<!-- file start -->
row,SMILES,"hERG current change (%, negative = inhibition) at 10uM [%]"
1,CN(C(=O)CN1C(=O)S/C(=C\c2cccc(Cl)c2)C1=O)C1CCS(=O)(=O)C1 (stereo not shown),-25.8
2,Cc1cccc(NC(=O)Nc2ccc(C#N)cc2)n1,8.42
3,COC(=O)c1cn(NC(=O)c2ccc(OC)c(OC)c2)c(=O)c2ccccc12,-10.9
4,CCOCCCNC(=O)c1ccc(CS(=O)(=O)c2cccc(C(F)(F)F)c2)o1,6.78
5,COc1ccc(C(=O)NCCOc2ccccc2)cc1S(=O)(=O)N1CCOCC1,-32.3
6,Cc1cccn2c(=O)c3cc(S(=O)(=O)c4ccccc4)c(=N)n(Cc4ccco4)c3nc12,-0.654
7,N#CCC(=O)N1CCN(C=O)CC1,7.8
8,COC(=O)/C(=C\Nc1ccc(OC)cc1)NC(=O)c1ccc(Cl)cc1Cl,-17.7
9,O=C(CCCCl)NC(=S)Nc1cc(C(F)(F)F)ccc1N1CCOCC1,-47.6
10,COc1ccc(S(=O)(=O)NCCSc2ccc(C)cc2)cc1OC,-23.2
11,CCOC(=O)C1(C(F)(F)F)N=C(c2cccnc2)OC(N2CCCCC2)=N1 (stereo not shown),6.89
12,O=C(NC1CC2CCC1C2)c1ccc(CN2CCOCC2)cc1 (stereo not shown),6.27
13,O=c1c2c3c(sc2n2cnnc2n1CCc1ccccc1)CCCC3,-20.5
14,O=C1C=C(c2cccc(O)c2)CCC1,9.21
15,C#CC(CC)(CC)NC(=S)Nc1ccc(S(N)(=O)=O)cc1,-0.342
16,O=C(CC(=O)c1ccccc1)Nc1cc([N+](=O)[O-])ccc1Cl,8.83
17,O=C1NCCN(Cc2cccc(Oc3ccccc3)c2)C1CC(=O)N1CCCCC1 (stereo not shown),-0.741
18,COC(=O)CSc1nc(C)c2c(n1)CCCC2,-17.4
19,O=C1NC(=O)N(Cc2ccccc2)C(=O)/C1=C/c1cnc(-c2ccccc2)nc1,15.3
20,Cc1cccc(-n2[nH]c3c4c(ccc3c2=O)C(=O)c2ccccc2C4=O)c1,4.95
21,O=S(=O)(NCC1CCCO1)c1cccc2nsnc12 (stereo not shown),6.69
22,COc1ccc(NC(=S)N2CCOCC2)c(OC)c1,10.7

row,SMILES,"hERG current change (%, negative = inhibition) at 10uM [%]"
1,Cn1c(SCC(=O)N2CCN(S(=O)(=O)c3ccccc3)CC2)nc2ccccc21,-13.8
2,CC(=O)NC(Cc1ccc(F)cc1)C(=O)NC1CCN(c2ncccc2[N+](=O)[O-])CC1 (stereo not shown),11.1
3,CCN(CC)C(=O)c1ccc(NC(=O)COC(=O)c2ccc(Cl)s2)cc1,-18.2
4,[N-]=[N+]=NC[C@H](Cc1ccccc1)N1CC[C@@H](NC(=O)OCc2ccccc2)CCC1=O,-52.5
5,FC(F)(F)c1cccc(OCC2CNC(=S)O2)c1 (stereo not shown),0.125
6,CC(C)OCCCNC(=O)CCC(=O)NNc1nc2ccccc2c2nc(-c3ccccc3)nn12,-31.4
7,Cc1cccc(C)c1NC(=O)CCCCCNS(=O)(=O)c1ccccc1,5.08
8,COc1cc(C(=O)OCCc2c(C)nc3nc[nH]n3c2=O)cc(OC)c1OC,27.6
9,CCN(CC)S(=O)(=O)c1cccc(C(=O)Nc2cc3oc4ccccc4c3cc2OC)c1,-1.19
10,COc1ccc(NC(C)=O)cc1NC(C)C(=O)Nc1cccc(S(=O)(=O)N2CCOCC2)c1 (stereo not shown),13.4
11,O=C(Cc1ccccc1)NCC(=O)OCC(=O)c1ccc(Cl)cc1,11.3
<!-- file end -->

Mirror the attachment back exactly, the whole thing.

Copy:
row,SMILES,"hERG current change (%, negative = inhibition) at 10uM [%]"
1,CN(C(=O)CN1C(=O)S/C(=C\c2cccc(Cl)c2)C1=O)C1CCS(=O)(=O)C1 (stereo not shown),-25.8
2,Cc1cccc(NC(=O)Nc2ccc(C#N)cc2)n1,8.42
3,COC(=O)c1cn(NC(=O)c2ccc(OC)c(OC)c2)c(=O)c2ccccc12,-10.9
4,CCOCCCNC(=O)c1ccc(CS(=O)(=O)c2cccc(C(F)(F)F)c2)o1,6.78
5,COc1ccc(C(=O)NCCOc2ccccc2)cc1S(=O)(=O)N1CCOCC1,-32.3
6,Cc1cccn2c(=O)c3cc(S(=O)(=O)c4ccccc4)c(=N)n(Cc4ccco4)c3nc12,-0.654
7,N#CCC(=O)N1CCN(C=O)CC1,7.8
8,COC(=O)/C(=C\Nc1ccc(OC)cc1)NC(=O)c1ccc(Cl)cc1Cl,-17.7
9,O=C(CCCCl)NC(=S)Nc1cc(C(F)(F)F)ccc1N1CCOCC1,-47.6
10,COc1ccc(S(=O)(=O)NCCSc2ccc(C)cc2)cc1OC,-23.2
11,CCOC(=O)C1(C(F)(F)F)N=C(c2cccnc2)OC(N2CCCCC2)=N1 (stereo not shown),6.89
12,O=C(NC1CC2CCC1C2)c1ccc(CN2CCOCC2)cc1 (stereo not shown),6.27
13,O=c1c2c3c(sc2n2cnnc2n1CCc1ccccc1)CCCC3,-20.5
14,O=C1C=C(c2cccc(O)c2)CCC1,9.21
15,C#CC(CC)(CC)NC(=S)Nc1ccc(S(N)(=O)=O)cc1,-0.342
16,O=C(CC(=O)c1ccccc1)Nc1cc([N+](=O)[O-])ccc1Cl,8.83
17,O=C1NCCN(Cc2cccc(Oc3ccccc3)c2)C1CC(=O)N1CCCCC1 (stereo not shown),-0.741
18,COC(=O)CSc1nc(C)c2c(n1)CCCC2,-17.4
19,O=C1NC(=O)N(Cc2ccccc2)C(=O)/C1=C/c1cnc(-c2ccccc2)nc1,15.3
20,Cc1cccc(-n2[nH]c3c4c(ccc3c2=O)C(=O)c2ccccc2C4=O)c1,4.95
21,O=S(=O)(NCC1CCCO1)c1cccc2nsnc12 (stereo not shown),6.69
22,COc1ccc(NC(=S)N2CCOCC2)c(OC)c1,10.7

row,SMILES,"hERG current change (%, negative = inhibition) at 10uM [%]"
1,Cn1c(SCC(=O)N2CCN(S(=O)(=O)c3ccccc3)CC2)nc2ccccc21,-13.8
2,CC(=O)NC(Cc1ccc(F)cc1)C(=O)NC1CCN(c2ncccc2[N+](=O)[O-])CC1 (stereo not shown),11.1
3,CCN(CC)C(=O)c1ccc(NC(=O)COC(=O)c2ccc(Cl)s2)cc1,-18.2
4,[N-]=[N+]=NC[C@H](Cc1ccccc1)N1CC[C@@H](NC(=O)OCc2ccccc2)CCC1=O,-52.5
5,FC(F)(F)c1cccc(OCC2CNC(=S)O2)c1 (stereo not shown),0.125
6,CC(C)OCCCNC(=O)CCC(=O)NNc1nc2ccccc2c2nc(-c3ccccc3)nn12,-31.4
7,Cc1cccc(C)c1NC(=O)CCCCCNS(=O)(=O)c1ccccc1,5.08
8,COc1cc(C(=O)OCCc2c(C)nc3nc[nH]n3c2=O)cc(OC)c1OC,27.6
9,CCN(CC)S(=O)(=O)c1cccc(C(=O)Nc2cc3oc4ccccc4c3cc2OC)c1,-1.19
10,COc1ccc(NC(C)=O)cc1NC(C)C(=O)Nc1cccc(S(=O)(=O)N2CCOCC2)c1 (stereo not shown),13.4
11,O=C(Cc1ccccc1)NCC(=O)OCC(=O)c1ccc(Cl)cc1,11.3